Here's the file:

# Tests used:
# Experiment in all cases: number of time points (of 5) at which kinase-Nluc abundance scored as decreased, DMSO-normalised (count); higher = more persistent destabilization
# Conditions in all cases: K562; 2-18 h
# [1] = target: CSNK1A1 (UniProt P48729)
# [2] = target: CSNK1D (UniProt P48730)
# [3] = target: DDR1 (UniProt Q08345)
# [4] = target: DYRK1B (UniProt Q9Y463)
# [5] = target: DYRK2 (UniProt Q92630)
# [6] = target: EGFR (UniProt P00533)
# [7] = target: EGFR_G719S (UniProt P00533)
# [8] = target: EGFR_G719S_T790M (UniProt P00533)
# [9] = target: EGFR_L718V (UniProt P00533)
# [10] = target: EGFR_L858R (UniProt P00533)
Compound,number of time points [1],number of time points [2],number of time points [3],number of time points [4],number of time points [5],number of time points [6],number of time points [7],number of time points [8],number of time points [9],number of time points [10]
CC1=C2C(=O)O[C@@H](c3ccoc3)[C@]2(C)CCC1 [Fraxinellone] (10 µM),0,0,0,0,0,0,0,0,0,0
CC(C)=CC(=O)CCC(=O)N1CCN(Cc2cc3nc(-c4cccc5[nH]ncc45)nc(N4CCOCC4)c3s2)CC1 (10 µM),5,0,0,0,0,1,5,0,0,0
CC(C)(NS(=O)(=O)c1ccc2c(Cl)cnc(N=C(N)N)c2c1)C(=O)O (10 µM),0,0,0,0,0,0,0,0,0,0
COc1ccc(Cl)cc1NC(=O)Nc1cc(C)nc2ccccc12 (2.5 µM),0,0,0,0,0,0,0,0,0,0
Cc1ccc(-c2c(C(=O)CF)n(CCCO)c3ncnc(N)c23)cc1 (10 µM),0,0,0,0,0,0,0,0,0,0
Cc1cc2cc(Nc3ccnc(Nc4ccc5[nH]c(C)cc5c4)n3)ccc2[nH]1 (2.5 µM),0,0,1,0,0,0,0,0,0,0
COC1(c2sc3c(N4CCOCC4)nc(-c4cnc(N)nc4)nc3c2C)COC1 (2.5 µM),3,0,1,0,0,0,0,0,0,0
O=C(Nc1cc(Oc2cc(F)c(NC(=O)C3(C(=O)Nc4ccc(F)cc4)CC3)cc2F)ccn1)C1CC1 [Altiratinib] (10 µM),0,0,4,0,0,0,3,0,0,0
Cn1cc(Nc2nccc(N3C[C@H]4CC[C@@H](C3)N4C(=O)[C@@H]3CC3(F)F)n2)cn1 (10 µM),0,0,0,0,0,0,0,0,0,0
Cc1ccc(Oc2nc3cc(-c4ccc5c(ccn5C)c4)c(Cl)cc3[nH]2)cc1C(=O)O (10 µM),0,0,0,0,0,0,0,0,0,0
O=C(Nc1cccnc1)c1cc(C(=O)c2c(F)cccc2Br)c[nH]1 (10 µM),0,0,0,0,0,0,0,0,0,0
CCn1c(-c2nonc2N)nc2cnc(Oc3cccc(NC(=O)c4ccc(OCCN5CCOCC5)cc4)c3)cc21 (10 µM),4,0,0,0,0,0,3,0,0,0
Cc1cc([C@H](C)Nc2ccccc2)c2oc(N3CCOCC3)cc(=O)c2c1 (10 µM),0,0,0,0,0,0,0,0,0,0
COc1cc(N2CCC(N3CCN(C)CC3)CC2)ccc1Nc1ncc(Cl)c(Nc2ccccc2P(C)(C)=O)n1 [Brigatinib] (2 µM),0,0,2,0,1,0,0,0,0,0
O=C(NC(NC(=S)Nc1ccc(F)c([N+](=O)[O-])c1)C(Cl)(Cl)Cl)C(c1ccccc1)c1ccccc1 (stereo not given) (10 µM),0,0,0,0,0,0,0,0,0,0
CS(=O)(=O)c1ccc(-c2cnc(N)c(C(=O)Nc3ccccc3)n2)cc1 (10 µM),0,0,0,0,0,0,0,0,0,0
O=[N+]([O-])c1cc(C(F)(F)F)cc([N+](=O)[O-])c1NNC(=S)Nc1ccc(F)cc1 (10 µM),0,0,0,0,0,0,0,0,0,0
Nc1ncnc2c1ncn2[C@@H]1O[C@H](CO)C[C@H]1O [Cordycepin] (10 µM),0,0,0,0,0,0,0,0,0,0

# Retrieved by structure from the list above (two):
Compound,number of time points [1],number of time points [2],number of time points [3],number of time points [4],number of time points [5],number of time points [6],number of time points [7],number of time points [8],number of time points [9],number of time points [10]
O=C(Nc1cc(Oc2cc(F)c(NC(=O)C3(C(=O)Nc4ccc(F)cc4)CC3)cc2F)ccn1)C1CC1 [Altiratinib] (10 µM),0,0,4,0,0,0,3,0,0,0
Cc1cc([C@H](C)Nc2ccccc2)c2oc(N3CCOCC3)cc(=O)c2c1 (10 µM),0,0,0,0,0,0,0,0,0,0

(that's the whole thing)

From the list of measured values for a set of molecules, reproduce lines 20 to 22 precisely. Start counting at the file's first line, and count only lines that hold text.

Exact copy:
Cc1cc2cc(Nc3ccnc(Nc4ccc5[nH]c(C)cc5c4)n3)ccc2[nH]1 (2.5 µM),0,0,1,0,0,0,0,0,0,0
COC1(c2sc3c(N4CCOCC4)nc(-c4cnc(N)nc4)nc3c2C)COC1 (2.5 µM),3,0,1,0,0,0,0,0,0,0
O=C(Nc1cc(Oc2cc(F)c(NC(=O)C3(C(=O)Nc4ccc(F)cc4)CC3)cc2F)ccn1)C1CC1 [Altiratinib] (10 µM),0,0,4,0,0,0,3,0,0,0